The Wolseley Expedition
Main Street and Assiniboine Avenue
In 1870, Canada sent a military expedition to the Red River Settlement to oversee the transfer of political control from Louis Riel’s Provisional Government. Led by Colonel Garnet Wolseley of the British Army, the force consisted of about 800 workers and voyageurs, 417 British regulars, and 783 Ontario and Quebec militiamen.
Denied access to American railways, Colonel Wolseley’s contingent required two full months to complete the arduous journey from Thunder Bay to the Winnipeg River. On August 24, 1870, they took command of Upper Fort Garry, which had been vacated recently by Riel and his followers.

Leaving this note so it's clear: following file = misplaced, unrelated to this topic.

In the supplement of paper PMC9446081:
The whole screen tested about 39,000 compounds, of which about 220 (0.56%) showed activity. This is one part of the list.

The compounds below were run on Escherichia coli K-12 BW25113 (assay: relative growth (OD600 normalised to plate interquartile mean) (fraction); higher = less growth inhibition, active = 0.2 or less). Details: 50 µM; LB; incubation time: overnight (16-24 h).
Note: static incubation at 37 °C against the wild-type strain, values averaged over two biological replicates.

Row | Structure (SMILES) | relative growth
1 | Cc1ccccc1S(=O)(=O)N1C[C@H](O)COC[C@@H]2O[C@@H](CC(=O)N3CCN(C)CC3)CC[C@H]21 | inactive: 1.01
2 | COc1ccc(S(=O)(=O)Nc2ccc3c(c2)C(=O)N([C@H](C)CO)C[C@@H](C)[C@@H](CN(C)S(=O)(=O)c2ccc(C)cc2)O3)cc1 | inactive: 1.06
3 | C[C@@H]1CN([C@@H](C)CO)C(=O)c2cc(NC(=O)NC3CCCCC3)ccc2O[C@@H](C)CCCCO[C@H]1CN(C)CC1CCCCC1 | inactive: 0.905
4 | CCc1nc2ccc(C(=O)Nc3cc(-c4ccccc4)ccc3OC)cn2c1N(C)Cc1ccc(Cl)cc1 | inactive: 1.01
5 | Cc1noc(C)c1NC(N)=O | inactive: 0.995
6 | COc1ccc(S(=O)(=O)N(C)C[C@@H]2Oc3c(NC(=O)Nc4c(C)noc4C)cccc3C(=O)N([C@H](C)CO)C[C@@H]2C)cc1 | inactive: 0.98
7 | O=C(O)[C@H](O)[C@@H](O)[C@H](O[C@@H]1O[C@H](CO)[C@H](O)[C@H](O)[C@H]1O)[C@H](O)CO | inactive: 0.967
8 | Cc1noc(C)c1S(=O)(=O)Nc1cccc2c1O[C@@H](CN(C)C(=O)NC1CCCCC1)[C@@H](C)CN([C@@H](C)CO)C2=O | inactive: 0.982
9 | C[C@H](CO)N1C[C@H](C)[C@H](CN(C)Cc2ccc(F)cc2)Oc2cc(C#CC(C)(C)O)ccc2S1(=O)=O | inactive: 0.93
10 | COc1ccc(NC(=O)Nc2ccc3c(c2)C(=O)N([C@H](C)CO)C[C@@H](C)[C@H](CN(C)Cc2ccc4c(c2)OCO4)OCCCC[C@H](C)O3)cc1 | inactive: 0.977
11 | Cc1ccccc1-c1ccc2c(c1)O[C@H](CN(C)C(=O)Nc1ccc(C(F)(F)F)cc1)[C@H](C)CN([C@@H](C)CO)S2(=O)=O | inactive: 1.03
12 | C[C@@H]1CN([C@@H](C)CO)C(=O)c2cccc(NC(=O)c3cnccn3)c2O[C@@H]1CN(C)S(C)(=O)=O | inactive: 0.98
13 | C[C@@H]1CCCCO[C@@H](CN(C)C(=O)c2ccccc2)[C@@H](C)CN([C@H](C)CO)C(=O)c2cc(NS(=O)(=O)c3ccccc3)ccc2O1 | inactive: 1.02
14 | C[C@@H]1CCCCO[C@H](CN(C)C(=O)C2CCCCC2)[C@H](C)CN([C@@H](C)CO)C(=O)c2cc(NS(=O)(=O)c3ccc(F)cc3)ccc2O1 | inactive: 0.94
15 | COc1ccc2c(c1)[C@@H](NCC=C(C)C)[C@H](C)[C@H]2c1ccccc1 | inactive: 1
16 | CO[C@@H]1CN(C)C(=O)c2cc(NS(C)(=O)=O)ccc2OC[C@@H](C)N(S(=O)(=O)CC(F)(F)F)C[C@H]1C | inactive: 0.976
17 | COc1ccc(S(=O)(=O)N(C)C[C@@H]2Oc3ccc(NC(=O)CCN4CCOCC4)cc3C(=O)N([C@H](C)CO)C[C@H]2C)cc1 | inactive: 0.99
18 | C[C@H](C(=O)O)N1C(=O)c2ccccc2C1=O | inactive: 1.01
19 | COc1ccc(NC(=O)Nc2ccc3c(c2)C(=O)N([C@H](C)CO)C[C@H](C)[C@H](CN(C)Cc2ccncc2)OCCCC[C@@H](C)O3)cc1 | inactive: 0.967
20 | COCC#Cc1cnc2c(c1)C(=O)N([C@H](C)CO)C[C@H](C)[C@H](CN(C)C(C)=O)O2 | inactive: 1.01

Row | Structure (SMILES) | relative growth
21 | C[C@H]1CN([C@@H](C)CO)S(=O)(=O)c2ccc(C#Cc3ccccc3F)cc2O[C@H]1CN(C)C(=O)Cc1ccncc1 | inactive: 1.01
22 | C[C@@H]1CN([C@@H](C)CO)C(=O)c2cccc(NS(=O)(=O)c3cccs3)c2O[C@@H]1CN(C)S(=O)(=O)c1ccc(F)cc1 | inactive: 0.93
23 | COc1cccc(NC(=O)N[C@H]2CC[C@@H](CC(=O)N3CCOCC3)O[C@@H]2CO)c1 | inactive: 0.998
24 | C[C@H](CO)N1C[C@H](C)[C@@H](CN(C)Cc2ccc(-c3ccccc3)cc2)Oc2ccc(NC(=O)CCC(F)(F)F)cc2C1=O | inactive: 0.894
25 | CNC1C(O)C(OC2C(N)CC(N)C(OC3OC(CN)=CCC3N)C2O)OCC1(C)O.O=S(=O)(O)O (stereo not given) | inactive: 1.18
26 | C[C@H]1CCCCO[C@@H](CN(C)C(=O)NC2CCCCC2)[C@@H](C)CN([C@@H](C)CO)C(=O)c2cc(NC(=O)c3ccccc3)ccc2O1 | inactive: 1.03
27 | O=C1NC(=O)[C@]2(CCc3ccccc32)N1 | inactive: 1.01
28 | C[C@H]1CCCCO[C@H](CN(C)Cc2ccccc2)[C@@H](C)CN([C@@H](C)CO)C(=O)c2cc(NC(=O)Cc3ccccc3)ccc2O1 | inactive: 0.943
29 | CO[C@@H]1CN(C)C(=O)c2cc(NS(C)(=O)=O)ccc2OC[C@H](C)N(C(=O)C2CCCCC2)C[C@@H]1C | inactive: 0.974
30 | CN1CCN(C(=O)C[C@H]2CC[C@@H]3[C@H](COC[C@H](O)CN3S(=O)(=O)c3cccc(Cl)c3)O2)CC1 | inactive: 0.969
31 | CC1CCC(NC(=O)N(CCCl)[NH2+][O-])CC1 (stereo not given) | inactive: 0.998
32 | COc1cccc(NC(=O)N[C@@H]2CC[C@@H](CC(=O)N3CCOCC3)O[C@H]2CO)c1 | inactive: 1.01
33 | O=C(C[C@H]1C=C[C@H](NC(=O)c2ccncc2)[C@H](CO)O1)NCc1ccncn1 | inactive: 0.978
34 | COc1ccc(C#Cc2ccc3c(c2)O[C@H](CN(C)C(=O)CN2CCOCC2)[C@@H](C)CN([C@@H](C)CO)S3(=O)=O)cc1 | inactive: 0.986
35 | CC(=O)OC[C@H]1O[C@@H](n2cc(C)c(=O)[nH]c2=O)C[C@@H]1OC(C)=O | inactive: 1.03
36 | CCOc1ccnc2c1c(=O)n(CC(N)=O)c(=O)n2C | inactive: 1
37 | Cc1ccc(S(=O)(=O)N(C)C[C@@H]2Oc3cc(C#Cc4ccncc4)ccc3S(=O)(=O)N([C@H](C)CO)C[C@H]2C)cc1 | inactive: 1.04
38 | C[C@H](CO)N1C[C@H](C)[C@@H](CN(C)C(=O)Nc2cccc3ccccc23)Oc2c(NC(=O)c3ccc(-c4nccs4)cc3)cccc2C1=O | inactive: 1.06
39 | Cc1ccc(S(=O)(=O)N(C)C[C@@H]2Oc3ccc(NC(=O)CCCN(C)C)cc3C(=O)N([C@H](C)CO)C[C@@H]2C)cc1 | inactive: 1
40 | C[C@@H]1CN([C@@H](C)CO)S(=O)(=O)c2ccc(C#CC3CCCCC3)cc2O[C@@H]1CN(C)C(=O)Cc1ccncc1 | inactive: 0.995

The presence of Wolseley’s volunteers heightened the already strained political, cultural, and religious tensions in Red River society. Many militiamen remained in Manitoba and were followed by other Protestant Ontarians. Their numbers changed the balance of the French and English-speaking population and led to a Manitoba which reflected many of Ontario’s social and political structures.